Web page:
Managing the Conflict Between “Going Green” and Preventing Disastrous Energy Shortages – Revisited
October 27, 2022
Article by Jeffrey Price
Previously, back in the summer, we griped about the lackluster response of mainstream O&G producers in terms of their efforts to ramp up domestic energy volumes (July 19 blog post). On October 24th, the conservative-leaning Wall Street Journal reported on this same topic (see article here) pointing out that the priorities of the companies are primarily directed at maximizing shareholder payouts and carping about federal regulations. What patriots these folks are! Those regulations they moan about have not radically constricted this industry since the Biden Administration took the reins. In fact, there are plenty of drillable well sites permitted and ready-to-go in the Permian Basin. It’s a cop-out excuse! Indeed, a cynic would wonder whether industry leaders are quietly working to undermine a laudable national strategic goal.
And, the next question is: Are shareholders served by this behavior? The WSJ article points out that industry leaders generally believe that prices are headed upwards, which would be a pretty positive factor in the equation about whether or not production ought to be ramped up. That certainly would have been the upshot a half-dozen years ago – and the fundamentals are way better nowadays.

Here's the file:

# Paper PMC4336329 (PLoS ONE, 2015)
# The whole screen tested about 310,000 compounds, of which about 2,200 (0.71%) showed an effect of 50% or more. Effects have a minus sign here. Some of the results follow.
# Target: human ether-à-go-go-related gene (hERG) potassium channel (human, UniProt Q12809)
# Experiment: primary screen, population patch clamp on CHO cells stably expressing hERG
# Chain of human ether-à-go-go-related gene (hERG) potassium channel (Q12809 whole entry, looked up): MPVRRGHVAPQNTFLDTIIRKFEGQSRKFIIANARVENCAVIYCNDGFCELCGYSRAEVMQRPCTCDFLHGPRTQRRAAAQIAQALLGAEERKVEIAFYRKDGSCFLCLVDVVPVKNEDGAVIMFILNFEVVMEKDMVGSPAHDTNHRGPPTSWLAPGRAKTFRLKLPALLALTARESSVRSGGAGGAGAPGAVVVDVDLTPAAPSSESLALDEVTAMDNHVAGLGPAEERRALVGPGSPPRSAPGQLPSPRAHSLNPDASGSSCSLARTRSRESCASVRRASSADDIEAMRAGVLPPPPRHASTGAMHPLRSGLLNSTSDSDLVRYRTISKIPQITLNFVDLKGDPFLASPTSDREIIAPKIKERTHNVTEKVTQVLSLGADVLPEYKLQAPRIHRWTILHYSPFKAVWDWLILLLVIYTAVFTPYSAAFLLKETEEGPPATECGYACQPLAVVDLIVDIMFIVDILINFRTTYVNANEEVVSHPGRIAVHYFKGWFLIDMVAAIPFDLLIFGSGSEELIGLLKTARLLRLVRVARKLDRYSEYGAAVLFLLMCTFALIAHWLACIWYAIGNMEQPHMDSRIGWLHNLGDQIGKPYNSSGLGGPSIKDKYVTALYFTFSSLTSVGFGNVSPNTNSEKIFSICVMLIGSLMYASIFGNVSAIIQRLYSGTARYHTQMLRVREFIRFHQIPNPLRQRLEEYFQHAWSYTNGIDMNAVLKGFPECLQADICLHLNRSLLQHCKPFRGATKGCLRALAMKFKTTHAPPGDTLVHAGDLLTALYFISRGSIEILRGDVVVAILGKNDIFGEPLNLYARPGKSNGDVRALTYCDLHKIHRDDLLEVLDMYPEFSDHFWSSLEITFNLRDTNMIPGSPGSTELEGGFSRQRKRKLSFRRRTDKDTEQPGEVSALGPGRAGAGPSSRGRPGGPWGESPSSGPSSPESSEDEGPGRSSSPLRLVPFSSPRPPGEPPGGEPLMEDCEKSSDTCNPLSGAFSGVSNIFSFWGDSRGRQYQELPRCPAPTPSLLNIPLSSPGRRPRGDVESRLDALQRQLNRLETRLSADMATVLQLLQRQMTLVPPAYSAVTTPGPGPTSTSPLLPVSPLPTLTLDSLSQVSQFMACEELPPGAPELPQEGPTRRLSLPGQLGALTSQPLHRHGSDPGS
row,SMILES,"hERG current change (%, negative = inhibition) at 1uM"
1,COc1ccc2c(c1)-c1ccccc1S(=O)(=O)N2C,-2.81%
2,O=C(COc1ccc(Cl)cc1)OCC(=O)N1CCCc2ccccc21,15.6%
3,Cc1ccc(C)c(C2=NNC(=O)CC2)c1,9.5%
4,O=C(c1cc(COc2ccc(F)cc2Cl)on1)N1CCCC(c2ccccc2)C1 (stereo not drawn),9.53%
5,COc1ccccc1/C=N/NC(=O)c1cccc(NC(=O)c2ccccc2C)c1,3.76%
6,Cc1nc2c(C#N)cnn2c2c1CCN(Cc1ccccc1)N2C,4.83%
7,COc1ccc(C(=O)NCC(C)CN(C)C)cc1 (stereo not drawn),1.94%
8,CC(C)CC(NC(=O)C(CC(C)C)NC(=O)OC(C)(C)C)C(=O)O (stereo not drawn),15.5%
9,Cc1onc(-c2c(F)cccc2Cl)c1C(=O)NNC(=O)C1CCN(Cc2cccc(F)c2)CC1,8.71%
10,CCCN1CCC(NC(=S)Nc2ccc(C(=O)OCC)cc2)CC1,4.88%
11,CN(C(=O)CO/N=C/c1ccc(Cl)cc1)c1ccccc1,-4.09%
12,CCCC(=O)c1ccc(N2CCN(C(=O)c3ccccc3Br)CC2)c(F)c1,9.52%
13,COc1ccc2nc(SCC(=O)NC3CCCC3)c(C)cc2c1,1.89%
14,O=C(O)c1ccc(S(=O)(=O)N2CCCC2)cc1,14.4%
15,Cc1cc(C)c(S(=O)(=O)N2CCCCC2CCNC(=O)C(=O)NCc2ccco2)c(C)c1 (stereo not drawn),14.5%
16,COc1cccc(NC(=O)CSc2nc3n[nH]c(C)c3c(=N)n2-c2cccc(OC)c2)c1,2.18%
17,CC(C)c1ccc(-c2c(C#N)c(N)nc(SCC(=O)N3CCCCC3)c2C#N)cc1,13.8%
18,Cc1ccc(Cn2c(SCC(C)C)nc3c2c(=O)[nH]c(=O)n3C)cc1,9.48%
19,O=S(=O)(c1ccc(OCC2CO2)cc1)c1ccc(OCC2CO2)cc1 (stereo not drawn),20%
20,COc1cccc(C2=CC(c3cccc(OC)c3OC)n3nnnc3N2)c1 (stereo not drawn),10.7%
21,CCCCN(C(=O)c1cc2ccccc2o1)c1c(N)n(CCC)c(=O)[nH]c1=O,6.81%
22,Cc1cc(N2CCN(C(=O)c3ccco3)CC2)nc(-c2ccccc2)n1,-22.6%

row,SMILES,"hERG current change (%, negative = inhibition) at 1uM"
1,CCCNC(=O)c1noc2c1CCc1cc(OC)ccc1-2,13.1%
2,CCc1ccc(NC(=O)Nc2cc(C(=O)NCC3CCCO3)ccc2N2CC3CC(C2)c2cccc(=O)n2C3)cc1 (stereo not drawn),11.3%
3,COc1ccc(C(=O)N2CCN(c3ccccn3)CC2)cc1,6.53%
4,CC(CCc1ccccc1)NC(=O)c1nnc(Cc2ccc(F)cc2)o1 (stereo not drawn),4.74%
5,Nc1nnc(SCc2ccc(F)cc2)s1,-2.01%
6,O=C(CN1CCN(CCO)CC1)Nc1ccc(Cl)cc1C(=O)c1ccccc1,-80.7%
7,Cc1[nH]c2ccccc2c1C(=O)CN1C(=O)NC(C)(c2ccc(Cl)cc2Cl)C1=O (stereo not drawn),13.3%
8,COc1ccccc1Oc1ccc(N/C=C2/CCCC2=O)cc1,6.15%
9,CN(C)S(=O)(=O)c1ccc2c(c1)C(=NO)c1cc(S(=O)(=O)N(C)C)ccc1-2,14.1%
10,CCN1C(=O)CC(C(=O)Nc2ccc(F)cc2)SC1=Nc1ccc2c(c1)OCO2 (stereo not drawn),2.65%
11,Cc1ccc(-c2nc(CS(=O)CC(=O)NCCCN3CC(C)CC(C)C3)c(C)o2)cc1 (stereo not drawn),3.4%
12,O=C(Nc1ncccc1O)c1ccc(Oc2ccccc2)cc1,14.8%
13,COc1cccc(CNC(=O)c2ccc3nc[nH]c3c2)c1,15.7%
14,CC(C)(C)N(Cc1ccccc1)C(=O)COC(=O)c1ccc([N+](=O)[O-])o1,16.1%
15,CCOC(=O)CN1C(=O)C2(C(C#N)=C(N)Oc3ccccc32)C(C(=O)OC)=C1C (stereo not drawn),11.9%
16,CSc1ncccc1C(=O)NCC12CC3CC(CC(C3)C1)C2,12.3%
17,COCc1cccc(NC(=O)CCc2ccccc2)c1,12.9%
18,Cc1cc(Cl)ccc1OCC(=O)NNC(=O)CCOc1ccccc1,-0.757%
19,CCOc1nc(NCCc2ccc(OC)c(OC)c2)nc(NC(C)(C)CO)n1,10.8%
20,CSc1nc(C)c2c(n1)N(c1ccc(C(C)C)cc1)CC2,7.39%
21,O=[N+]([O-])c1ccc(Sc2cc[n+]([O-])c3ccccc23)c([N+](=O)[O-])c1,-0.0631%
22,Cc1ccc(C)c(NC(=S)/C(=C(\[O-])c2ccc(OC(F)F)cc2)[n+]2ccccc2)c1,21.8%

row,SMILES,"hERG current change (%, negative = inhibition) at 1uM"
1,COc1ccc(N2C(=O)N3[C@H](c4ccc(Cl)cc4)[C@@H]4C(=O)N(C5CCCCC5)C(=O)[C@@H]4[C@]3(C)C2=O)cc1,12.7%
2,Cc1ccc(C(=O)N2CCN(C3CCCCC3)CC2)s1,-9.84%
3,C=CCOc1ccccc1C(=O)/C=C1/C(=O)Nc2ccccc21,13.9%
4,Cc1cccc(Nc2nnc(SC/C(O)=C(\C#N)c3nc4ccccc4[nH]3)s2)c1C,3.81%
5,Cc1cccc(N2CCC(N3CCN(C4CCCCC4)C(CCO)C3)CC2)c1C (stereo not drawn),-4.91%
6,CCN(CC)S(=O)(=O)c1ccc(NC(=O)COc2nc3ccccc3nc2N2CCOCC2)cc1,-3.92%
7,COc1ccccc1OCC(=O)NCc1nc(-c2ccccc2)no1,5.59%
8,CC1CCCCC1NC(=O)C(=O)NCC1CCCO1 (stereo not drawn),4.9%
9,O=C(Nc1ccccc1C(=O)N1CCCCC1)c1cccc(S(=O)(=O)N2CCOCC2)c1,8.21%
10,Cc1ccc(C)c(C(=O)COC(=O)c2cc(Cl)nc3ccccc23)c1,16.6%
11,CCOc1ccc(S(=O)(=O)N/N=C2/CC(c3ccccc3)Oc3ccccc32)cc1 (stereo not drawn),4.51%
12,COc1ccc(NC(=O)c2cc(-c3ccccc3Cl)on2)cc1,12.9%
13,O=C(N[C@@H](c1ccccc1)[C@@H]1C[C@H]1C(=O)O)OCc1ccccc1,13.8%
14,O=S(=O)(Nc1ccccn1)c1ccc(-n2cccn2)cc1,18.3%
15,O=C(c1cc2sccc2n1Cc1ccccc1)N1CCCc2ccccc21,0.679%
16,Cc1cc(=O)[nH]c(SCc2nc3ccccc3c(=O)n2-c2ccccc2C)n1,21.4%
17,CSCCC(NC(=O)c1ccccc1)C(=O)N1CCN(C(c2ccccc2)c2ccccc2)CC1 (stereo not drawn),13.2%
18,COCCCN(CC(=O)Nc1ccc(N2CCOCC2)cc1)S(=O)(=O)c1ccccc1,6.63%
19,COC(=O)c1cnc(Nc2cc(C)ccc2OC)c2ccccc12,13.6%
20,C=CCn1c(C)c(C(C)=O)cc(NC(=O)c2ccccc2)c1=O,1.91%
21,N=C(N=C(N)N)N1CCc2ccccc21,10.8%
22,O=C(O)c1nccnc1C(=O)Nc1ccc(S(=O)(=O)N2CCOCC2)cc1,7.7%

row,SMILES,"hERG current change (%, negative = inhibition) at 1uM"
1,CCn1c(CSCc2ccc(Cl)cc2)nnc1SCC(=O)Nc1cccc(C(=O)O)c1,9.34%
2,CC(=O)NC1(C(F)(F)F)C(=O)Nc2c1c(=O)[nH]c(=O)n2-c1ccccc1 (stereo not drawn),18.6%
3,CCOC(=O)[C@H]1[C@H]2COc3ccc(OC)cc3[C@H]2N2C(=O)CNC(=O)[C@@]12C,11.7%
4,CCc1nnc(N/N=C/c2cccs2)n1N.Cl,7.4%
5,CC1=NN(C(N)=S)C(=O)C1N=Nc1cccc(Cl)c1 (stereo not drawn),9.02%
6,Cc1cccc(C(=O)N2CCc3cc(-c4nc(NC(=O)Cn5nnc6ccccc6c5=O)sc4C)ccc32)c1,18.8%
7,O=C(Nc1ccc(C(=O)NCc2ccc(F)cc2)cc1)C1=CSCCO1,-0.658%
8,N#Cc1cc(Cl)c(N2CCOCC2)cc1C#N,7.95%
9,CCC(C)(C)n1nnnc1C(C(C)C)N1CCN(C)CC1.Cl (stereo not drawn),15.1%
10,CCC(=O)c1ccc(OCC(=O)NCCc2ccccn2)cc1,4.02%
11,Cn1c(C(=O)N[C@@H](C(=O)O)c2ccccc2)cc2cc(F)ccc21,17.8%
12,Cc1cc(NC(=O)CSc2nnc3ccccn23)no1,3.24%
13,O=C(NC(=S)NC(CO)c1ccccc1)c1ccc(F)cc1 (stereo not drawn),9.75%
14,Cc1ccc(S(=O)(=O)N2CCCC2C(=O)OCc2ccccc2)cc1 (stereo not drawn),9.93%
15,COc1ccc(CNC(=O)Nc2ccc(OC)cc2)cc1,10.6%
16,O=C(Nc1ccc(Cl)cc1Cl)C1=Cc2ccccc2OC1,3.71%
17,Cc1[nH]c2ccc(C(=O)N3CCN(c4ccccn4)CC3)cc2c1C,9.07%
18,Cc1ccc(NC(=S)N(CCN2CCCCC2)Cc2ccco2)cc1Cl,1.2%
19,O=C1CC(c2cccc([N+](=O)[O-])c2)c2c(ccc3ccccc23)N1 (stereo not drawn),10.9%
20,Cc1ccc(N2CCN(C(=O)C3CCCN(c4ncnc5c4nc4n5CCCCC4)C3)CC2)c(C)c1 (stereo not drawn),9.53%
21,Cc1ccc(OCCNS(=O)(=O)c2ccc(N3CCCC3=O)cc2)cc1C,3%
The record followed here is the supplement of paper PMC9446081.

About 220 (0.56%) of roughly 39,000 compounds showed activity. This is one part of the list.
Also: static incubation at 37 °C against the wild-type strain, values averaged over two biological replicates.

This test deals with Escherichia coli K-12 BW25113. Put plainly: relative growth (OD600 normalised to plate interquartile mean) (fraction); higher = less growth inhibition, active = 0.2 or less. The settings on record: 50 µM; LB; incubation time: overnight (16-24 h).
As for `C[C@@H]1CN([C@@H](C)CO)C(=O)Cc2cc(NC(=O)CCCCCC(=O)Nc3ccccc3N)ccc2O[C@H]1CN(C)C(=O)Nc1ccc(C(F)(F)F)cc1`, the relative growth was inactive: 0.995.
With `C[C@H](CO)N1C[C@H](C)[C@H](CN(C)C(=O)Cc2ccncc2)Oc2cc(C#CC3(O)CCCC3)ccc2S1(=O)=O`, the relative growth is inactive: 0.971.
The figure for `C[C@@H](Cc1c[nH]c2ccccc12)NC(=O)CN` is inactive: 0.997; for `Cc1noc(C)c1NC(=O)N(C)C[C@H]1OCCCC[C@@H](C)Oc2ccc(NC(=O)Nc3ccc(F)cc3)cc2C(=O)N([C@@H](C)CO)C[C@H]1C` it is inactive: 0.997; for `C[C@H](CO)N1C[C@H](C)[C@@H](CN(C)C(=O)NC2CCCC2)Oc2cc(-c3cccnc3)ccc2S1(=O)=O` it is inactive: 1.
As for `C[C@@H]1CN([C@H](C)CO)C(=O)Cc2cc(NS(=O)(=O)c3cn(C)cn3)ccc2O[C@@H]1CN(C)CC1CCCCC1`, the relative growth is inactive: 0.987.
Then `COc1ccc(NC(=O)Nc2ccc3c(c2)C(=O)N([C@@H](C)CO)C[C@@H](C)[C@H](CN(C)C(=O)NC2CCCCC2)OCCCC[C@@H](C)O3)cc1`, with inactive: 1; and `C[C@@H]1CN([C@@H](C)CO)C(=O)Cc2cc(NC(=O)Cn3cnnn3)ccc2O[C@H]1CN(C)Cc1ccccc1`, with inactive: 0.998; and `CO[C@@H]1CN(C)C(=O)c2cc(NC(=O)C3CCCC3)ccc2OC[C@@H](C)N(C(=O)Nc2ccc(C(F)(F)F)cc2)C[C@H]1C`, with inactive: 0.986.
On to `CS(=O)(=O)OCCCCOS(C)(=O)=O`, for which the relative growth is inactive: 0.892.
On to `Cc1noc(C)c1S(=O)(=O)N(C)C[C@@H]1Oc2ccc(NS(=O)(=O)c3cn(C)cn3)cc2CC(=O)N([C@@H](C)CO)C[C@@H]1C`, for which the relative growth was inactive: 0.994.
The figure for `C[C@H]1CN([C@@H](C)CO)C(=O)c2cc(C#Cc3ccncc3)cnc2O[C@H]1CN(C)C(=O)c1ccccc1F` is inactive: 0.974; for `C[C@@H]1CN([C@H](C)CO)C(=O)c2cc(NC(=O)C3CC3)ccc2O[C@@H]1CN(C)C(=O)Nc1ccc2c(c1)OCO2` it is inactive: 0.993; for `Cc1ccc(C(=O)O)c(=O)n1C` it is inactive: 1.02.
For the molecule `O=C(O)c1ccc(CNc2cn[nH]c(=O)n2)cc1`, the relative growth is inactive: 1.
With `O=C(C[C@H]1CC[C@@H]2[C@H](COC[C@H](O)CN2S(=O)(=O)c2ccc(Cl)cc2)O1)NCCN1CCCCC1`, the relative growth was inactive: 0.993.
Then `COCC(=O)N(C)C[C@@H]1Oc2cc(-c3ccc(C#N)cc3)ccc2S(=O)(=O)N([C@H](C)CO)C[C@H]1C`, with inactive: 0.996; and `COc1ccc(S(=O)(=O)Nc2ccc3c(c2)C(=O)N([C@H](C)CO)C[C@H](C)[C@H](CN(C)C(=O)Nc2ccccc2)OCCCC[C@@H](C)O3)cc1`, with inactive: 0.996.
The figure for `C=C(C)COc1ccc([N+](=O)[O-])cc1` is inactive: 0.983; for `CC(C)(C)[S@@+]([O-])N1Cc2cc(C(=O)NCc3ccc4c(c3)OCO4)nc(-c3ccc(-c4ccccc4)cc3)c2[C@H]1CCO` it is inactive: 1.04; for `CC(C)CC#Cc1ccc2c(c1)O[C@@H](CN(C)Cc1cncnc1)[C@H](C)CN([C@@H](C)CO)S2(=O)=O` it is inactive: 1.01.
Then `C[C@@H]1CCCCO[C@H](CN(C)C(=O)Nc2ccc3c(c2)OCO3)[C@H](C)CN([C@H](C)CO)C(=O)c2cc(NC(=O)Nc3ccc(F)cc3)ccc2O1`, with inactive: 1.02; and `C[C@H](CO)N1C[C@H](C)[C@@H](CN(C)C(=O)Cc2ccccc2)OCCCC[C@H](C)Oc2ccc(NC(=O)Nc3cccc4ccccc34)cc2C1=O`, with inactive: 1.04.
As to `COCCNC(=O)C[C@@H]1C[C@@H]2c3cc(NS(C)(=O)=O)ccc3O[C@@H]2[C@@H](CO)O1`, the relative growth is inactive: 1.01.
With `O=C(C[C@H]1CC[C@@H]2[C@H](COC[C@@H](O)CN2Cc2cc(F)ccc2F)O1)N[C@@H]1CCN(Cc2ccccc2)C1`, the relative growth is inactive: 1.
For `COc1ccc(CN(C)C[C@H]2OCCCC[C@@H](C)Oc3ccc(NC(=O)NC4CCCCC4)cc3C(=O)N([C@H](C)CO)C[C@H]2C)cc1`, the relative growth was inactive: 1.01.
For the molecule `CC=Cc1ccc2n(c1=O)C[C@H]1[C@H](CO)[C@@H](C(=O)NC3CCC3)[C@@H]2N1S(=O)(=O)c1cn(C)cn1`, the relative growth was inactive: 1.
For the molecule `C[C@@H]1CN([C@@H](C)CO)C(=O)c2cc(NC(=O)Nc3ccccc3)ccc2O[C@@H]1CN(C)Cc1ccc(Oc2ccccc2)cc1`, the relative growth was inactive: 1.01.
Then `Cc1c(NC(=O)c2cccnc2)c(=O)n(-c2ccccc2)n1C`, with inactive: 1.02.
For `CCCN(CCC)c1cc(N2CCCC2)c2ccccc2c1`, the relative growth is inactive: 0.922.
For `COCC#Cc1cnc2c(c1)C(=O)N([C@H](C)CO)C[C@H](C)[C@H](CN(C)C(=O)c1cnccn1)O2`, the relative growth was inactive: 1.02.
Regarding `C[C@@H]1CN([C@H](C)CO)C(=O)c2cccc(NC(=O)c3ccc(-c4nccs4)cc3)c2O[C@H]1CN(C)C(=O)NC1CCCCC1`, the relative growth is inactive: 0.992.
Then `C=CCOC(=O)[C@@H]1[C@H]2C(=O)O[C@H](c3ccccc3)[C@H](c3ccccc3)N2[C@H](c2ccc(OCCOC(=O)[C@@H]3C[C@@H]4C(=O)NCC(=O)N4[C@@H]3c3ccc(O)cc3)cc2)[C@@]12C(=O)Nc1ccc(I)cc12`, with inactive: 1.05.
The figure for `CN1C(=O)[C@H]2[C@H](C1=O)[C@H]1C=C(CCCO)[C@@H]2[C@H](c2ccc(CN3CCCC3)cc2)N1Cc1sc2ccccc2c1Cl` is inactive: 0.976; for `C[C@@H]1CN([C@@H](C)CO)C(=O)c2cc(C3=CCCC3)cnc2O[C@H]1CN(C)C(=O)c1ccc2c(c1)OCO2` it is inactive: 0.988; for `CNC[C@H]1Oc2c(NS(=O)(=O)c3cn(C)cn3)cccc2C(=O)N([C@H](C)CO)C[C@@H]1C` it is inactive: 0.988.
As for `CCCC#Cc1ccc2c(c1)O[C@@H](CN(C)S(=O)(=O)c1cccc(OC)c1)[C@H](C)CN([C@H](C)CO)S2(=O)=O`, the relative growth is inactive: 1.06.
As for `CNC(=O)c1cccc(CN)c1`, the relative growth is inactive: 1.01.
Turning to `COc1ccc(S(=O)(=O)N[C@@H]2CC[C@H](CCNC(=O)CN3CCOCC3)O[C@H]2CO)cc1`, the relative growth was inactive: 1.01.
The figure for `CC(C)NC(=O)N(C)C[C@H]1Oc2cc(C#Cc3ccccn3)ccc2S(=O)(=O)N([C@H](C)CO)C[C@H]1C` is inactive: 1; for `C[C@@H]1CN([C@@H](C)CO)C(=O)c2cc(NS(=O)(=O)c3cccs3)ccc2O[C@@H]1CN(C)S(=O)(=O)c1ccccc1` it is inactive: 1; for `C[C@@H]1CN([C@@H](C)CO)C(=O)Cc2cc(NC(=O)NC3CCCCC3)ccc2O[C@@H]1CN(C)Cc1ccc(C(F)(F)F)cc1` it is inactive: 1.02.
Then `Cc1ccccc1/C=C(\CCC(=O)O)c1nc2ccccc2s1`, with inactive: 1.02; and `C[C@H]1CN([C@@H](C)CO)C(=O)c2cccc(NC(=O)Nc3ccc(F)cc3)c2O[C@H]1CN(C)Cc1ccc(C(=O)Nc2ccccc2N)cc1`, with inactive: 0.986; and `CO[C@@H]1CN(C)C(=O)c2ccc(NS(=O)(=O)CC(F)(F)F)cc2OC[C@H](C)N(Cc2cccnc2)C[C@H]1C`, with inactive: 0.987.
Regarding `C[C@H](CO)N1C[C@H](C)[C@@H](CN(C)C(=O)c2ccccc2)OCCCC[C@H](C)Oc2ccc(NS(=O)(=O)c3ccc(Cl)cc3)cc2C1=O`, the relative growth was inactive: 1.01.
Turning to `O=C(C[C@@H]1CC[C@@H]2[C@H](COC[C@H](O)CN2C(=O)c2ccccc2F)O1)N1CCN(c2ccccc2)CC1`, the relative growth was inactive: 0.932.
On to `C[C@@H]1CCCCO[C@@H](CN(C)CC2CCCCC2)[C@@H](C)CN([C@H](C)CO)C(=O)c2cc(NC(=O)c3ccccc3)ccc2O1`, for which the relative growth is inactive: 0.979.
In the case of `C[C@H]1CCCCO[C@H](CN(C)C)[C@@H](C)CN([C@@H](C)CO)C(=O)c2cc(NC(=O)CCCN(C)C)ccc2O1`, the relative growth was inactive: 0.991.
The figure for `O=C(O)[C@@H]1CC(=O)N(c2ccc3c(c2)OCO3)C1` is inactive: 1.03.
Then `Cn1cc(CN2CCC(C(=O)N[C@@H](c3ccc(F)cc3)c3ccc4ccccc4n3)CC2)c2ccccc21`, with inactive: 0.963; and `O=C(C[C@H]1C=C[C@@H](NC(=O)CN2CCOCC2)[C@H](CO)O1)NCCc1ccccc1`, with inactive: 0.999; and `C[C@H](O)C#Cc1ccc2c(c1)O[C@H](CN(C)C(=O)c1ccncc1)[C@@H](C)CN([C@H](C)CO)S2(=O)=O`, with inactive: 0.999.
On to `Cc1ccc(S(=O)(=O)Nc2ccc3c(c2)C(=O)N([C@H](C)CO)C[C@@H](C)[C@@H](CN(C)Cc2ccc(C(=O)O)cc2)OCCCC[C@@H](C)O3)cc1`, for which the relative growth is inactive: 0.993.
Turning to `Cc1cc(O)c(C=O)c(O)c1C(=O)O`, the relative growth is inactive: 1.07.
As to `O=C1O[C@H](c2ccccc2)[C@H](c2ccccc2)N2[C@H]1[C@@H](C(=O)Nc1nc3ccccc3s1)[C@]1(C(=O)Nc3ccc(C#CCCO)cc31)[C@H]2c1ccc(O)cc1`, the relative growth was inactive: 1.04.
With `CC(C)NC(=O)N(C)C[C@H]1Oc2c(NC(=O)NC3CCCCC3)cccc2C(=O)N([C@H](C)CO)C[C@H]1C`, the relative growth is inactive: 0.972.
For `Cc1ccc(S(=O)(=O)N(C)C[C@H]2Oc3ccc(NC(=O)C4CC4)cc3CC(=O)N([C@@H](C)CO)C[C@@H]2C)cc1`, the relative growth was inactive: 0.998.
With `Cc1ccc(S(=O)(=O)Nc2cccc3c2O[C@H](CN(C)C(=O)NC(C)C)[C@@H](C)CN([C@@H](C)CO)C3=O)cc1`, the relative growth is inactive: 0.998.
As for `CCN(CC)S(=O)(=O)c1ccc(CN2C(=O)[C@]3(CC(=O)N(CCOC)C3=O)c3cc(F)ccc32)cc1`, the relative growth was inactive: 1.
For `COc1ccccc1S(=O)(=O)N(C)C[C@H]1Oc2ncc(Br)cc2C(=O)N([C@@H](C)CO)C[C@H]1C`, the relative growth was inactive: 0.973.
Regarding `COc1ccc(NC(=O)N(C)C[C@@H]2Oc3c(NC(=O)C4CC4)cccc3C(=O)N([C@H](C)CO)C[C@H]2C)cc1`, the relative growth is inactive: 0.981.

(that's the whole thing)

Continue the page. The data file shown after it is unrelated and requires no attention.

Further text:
What about ESG considerations? Well, let’s think about that for a moment. Should the United States be expanding fossil fuel production when supposedly it is leaning toward reducing greenhouse gas emissions. The answer to that dilemma h as to be considered in an overall environment where an existential war is being fought in Eastern Europe. And, if a powerful coalition is to be held together, then the US must step up big-time to help overcome the shortfalls resulting from embargos imposed on the USSR (oooops! I meant the Russian Empire). Where are our flag-waiving oil industry chieftans!?
First Keystone continues to be part of the solution by building state-of-the-art infrastructure – such as industrial buildings for lease – that is supporting companies that enable the development of oil & gas in Reeves County (Texas’ #1 for NG production).
The opinions expressed above reflect only those of the author and do not represent those of the First Keystone Pecos Industrial Park organization. First Keystone welcomes responsible fact-based discourses on these topics.